Pursuant to the Public Disclosure, CCI may invite written objections to the combination from any person affected or likely to be affected due to the proposed combination coming into effect (‘Public Objections’). The Public Objections must be filed within 15 days of the Public Disclosure. Subsequent to the receipt of Public Objections, CCI must within 15 working days seek additional information, if it wishes to, from the parties. Again, the parties are offered a 15 day window to submit such additional information to CCI.
After the receipt of additional information requested by CCI from the parties, CCI is required to issue an order either (i) approving the transaction, (ii) disallowing the transaction, or (iii) proposing modifications to the transaction (‘Remedies’). If CCI proposes Remedies, the parties have the flexibility to propose modifications to CCI’s proposed Remedies. CCI may either accept the modification proposed by the parties or compel the parties to accept the Remedies initially identified by it if CCI is not satisfied with the parties’ proposed modification.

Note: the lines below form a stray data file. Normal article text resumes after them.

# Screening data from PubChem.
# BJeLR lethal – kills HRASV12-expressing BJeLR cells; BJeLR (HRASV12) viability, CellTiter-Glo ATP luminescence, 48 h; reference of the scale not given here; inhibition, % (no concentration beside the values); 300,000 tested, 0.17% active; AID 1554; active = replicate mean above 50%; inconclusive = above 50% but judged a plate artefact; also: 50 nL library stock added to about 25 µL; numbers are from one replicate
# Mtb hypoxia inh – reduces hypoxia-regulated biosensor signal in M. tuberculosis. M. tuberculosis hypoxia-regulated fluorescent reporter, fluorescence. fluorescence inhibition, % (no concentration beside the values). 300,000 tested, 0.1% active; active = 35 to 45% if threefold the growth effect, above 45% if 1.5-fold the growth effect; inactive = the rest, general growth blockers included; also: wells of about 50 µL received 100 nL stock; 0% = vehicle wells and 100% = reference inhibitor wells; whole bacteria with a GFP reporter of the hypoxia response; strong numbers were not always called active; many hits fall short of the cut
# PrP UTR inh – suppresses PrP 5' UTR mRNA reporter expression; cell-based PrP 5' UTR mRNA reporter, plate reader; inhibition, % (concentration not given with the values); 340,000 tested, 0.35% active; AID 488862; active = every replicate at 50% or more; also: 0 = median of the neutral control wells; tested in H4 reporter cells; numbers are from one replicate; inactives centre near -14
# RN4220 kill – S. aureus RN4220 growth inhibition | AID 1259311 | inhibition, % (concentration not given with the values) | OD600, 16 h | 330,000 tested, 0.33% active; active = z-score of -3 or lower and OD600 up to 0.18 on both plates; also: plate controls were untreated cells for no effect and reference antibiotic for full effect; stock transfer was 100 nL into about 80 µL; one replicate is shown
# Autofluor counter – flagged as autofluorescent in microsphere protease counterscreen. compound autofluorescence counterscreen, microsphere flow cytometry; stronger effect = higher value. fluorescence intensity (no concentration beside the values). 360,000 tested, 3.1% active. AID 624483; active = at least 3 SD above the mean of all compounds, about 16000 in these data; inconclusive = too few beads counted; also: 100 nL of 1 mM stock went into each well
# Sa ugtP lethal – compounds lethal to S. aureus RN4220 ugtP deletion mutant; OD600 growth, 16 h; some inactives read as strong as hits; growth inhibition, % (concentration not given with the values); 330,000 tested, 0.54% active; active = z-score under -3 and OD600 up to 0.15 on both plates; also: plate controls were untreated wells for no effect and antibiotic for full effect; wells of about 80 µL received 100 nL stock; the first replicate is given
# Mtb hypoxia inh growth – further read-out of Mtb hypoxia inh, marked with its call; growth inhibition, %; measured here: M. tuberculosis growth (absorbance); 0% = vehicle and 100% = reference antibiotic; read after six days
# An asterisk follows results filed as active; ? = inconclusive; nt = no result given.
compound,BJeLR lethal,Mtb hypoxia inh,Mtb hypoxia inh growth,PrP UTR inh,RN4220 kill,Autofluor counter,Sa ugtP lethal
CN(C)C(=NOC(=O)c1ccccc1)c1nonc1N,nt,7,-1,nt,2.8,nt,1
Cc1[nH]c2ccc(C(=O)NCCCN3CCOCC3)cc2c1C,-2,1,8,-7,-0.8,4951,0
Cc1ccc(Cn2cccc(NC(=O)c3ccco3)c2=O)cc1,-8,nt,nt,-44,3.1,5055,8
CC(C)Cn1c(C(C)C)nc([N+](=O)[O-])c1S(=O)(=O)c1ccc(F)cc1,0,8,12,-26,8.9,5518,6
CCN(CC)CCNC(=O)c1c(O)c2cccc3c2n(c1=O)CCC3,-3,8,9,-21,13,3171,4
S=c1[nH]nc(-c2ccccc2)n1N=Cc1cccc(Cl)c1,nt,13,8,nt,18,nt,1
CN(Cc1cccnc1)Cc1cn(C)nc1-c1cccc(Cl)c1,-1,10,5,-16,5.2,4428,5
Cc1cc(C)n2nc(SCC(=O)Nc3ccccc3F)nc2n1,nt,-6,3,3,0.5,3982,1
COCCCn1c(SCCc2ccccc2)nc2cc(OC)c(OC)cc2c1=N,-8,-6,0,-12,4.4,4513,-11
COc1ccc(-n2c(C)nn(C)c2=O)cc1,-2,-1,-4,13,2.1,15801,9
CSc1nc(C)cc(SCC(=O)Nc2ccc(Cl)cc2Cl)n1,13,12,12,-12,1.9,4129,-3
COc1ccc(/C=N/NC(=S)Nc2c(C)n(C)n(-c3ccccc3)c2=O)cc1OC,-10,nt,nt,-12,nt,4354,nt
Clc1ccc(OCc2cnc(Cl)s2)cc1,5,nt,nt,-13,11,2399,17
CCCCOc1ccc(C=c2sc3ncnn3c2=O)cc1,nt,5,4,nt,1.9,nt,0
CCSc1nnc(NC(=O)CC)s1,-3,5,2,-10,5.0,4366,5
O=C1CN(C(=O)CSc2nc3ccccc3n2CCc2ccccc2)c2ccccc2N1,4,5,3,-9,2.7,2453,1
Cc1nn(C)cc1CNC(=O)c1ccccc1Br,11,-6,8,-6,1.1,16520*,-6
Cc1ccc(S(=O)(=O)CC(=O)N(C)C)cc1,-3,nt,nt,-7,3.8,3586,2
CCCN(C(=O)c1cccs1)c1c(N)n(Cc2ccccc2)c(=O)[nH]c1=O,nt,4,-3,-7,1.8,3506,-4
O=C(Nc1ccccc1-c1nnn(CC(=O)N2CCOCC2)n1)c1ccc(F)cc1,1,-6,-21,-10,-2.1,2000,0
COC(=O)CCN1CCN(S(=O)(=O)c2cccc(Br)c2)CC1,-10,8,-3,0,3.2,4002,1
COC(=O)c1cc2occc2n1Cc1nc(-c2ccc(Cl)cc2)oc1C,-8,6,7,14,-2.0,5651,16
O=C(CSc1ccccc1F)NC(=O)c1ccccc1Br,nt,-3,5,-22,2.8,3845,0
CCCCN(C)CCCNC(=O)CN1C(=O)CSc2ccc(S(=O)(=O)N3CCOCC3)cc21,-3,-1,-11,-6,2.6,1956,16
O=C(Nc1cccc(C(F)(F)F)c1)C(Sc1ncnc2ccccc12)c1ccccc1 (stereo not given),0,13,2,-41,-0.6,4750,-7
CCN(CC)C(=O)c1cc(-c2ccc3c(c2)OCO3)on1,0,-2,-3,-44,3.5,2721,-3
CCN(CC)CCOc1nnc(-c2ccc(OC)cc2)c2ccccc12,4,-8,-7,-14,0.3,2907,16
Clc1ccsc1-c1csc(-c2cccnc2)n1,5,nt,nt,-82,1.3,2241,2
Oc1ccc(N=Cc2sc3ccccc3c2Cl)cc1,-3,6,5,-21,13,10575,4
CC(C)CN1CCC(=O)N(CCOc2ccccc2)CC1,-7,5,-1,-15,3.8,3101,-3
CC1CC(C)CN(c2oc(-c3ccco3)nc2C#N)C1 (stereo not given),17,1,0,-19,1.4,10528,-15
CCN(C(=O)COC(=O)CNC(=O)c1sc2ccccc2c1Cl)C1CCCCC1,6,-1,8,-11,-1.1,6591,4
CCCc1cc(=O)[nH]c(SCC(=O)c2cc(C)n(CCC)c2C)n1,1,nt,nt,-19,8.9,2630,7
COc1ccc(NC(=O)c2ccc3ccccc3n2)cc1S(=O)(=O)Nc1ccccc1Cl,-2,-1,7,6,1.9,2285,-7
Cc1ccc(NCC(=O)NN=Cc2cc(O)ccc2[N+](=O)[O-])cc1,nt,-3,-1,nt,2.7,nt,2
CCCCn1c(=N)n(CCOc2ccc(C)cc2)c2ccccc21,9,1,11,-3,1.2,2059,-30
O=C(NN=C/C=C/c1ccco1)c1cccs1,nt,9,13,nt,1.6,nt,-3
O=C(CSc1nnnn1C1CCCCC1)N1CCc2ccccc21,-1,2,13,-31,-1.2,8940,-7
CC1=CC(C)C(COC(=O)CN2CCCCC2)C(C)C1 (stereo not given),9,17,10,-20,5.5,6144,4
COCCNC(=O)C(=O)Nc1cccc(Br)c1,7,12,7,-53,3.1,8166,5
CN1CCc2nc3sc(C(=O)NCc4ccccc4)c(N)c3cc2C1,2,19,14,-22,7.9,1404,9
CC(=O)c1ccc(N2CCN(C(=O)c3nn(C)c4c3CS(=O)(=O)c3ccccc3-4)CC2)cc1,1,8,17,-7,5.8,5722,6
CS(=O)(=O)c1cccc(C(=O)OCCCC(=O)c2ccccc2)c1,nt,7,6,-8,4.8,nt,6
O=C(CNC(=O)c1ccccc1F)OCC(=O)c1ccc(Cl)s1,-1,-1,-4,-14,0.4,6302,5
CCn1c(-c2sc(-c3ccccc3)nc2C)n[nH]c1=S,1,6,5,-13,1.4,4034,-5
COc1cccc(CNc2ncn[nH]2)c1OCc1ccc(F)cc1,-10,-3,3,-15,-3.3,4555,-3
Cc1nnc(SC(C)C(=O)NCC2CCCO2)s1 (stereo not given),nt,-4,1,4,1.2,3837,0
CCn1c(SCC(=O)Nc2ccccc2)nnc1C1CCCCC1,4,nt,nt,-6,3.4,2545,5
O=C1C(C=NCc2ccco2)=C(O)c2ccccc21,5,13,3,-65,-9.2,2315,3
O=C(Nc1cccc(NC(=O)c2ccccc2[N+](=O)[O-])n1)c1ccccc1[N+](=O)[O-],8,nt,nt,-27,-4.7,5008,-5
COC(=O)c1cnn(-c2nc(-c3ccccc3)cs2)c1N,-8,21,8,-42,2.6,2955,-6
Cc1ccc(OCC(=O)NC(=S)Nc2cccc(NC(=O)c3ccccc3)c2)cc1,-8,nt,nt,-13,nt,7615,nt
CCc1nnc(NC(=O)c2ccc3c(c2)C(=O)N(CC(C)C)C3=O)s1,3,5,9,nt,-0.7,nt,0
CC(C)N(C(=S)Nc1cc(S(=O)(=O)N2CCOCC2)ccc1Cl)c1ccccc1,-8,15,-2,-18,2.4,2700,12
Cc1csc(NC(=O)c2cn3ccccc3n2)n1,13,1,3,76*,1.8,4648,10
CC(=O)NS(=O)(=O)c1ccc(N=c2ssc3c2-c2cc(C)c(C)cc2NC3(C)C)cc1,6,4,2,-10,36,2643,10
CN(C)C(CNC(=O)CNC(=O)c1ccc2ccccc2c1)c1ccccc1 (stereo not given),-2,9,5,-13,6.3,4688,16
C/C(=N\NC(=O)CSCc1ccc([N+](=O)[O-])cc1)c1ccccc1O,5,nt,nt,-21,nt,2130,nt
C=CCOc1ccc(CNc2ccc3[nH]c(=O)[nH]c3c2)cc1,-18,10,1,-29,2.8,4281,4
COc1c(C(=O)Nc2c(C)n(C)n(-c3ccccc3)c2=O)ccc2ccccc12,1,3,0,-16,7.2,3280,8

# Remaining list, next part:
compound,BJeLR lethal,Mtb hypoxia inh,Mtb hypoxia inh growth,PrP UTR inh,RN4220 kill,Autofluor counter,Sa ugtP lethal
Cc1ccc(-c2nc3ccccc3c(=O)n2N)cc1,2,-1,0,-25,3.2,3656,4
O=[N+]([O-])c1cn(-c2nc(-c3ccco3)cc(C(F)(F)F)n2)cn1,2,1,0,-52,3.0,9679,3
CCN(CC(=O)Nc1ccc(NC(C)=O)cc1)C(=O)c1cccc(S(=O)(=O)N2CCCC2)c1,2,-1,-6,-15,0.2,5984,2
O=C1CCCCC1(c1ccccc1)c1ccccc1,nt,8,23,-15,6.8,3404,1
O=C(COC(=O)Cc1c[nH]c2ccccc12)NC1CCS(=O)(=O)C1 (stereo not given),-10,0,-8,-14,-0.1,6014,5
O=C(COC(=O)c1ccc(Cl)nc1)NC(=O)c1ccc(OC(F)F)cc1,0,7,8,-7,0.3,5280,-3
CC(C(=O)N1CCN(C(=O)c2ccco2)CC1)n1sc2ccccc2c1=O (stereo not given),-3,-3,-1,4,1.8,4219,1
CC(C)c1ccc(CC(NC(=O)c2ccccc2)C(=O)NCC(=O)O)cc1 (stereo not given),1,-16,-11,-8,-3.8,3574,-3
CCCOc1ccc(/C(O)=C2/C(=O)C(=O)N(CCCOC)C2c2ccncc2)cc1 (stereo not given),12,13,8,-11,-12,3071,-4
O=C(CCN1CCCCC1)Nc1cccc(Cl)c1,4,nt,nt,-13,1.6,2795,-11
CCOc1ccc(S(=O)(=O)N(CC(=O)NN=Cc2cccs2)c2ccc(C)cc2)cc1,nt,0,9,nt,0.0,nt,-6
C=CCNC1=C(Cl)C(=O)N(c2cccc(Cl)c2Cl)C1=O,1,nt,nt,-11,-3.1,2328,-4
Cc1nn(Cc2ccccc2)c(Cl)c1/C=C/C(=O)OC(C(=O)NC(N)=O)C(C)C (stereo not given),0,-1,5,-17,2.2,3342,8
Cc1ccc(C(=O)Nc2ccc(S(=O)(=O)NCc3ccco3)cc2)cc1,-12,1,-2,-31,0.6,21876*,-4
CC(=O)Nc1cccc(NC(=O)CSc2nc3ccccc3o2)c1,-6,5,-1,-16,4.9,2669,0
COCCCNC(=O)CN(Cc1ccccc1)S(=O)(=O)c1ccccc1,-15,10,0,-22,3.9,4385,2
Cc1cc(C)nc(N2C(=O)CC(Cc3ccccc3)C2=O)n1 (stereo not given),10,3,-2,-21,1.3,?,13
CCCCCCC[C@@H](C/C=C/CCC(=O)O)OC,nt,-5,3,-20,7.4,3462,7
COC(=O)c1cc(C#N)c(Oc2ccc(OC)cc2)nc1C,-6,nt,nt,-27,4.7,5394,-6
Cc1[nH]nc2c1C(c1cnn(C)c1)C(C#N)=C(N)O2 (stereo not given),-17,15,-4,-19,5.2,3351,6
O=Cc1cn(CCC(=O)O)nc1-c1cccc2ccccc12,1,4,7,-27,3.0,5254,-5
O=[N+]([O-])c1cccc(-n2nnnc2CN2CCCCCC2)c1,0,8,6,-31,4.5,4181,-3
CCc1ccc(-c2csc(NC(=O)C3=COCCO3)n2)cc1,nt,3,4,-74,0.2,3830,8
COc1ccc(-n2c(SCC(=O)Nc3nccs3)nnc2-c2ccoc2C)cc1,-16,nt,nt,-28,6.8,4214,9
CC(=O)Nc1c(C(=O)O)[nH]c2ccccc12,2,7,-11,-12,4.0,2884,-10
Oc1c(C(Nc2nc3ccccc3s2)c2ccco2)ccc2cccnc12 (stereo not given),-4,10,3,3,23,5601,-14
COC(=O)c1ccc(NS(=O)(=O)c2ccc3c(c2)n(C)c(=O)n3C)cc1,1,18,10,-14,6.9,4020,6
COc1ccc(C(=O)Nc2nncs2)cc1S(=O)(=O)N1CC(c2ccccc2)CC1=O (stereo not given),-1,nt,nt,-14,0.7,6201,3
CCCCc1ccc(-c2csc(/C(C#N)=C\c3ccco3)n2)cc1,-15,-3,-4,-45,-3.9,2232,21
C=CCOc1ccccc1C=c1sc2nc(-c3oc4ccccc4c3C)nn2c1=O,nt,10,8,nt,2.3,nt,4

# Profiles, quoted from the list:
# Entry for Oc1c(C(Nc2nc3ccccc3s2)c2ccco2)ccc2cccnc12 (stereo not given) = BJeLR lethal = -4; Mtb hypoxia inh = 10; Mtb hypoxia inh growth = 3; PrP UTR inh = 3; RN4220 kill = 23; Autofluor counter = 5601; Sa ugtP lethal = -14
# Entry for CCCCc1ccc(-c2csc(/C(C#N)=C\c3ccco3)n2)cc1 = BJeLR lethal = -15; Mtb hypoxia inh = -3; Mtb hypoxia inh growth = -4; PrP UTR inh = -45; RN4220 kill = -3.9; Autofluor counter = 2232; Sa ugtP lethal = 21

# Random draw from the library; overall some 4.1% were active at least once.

The parties are required to carry out the modifications within such time as CCI may prescribe and upon completion of the modifications, the parties need to file a compliance report with CCI.
Indian Experience with Phase II investigations
On December 5, 2014 CCI approved the Sun-Ranbaxy Transaction but ordered the divestment of all tamsulosin and tolterodine products of Sun and six other products marketed by Ranbaxy. The combined market share of Sun and Ranbaxy for the products to be divested are in the range of 90-95%, CCI. The high combined market shares in these eight products appear to be the key reason for the CCI’s decision to require their divestiture.
CCI has stated that the transaction shall not be given effect until the divestments have been entered made, in accordance with the orders of CCI.
The Holcim-Lafarge Transaction is still at the Public Disclosure stage. While CCI did not escalate its inquiry to Phase II investigation, on at least on 2 occasions, CCI has required parties to transactions in the pharmaceutical sector to modify the terms of their non-compete agreements.